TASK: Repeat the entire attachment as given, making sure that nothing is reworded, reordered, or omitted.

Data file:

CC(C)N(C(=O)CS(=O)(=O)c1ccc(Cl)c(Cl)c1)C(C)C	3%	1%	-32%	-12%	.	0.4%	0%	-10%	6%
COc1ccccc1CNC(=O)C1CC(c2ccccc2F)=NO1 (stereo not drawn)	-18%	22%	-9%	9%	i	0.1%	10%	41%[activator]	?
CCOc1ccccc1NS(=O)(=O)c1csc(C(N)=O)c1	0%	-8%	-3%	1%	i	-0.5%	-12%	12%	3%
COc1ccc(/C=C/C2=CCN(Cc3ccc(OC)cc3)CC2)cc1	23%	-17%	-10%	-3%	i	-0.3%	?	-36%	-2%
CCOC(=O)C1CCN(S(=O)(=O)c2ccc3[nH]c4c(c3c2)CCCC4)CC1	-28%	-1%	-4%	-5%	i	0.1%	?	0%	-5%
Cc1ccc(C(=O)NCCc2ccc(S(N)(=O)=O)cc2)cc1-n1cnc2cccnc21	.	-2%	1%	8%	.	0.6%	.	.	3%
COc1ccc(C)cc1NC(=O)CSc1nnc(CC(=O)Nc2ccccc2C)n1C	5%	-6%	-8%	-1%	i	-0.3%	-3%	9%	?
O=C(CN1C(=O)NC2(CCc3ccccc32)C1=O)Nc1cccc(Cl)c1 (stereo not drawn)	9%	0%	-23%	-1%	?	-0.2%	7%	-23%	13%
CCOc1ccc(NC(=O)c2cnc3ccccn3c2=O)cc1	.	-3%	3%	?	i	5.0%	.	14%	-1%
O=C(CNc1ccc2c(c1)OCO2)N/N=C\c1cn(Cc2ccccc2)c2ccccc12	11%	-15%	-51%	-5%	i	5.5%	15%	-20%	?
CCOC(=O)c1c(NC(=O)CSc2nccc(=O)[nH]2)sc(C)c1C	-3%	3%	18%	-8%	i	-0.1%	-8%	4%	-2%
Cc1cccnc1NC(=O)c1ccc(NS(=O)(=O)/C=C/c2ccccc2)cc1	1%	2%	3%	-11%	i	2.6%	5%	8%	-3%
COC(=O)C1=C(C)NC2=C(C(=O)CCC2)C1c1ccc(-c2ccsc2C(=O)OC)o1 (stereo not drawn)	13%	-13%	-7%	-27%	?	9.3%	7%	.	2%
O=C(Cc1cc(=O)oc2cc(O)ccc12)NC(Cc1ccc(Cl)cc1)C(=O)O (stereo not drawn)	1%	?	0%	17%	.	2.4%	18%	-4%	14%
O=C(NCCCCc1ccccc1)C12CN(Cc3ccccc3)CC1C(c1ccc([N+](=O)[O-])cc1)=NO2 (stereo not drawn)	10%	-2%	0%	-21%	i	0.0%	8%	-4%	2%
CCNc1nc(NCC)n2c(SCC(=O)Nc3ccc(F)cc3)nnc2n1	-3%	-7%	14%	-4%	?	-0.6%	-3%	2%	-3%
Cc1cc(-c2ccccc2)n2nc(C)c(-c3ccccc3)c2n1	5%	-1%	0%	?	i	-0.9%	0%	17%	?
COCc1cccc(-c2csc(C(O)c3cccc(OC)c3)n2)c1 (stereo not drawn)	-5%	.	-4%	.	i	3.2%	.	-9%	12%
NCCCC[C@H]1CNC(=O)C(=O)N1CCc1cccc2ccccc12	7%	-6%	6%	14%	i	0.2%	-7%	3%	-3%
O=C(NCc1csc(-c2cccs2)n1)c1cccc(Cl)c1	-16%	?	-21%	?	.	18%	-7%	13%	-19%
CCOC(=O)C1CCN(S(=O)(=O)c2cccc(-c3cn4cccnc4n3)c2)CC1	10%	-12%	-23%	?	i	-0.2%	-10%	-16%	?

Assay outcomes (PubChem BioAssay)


CC(C)N(C(=O)CS(=O)(=O)c1ccc(Cl)c(Cl)c1)C(C)C	3%	1%	-32%	-12%	.	0.4%	0%	-10%	6%
COc1ccccc1CNC(=O)C1CC(c2ccccc2F)=NO1 (stereo not drawn)	-18%	22%	-9%	9%	i	0.1%	10%	41%[activator]	?
CCOc1ccccc1NS(=O)(=O)c1csc(C(N)=O)c1	0%	-8%	-3%	1%	i	-0.5%	-12%	12%	3%
COc1ccc(/C=C/C2=CCN(Cc3ccc(OC)cc3)CC2)cc1	23%	-17%	-10%	-3%	i	-0.3%	?	-36%	-2%
CCOC(=O)C1CCN(S(=O)(=O)c2ccc3[nH]c4c(c3c2)CCCC4)CC1	-28%	-1%	-4%	-5%	i	0.1%	?	0%	-5%
Cc1ccc(C(=O)NCCc2ccc(S(N)(=O)=O)cc2)cc1-n1cnc2cccnc21	.	-2%	1%	8%	.	0.6%	.	.	3%
COc1ccc(C)cc1NC(=O)CSc1nnc(CC(=O)Nc2ccccc2C)n1C	5%	-6%	-8%	-1%	i	-0.3%	-3%	9%	?
O=C(CN1C(=O)NC2(CCc3ccccc32)C1=O)Nc1cccc(Cl)c1 (stereo not drawn)	9%	0%	-23%	-1%	?	-0.2%	7%	-23%	13%
CCOc1ccc(NC(=O)c2cnc3ccccn3c2=O)cc1	.	-3%	3%	?	i	5.0%	.	14%	-1%
O=C(CNc1ccc2c(c1)OCO2)N/N=C\c1cn(Cc2ccccc2)c2ccccc12	11%	-15%	-51%	-5%	i	5.5%	15%	-20%	?
CCOC(=O)c1c(NC(=O)CSc2nccc(=O)[nH]2)sc(C)c1C	-3%	3%	18%	-8%	i	-0.1%	-8%	4%	-2%
Cc1cccnc1NC(=O)c1ccc(NS(=O)(=O)/C=C/c2ccccc2)cc1	1%	2%	3%	-11%	i	2.6%	5%	8%	-3%
COC(=O)C1=C(C)NC2=C(C(=O)CCC2)C1c1ccc(-c2ccsc2C(=O)OC)o1 (stereo not drawn)	13%	-13%	-7%	-27%	?	9.3%	7%	.	2%
O=C(Cc1cc(=O)oc2cc(O)ccc12)NC(Cc1ccc(Cl)cc1)C(=O)O (stereo not drawn)	1%	?	0%	17%	.	2.4%	18%	-4%	14%
O=C(NCCCCc1ccccc1)C12CN(Cc3ccccc3)CC1C(c1ccc([N+](=O)[O-])cc1)=NO2 (stereo not drawn)	10%	-2%	0%	-21%	i	0.0%	8%	-4%	2%
CCNc1nc(NCC)n2c(SCC(=O)Nc3ccc(F)cc3)nnc2n1	-3%	-7%	14%	-4%	?	-0.6%	-3%	2%	-3%
Cc1cc(-c2ccccc2)n2nc(C)c(-c3ccccc3)c2n1	5%	-1%	0%	?	i	-0.9%	0%	17%	?
COCc1cccc(-c2csc(C(O)c3cccc(OC)c3)n2)c1 (stereo not drawn)	-5%	.	-4%	.	i	3.2%	.	-9%	12%
NCCCC[C@H]1CNC(=O)C(=O)N1CCc1cccc2ccccc12	7%	-6%	6%	14%	i	0.2%	-7%	3%	-3%
O=C(NCc1csc(-c2cccs2)n1)c1cccc(Cl)c1	-16%	?	-21%	?	.	18%	-7%	13%	-19%
CCOC(=O)C1CCN(S(=O)(=O)c2cccc(-c3cn4cccnc4n3)c2)CC1	10%	-12%	-23%	?	i	-0.2%	-10%	-16%	?

Assay outcomes (PubChem BioAssay)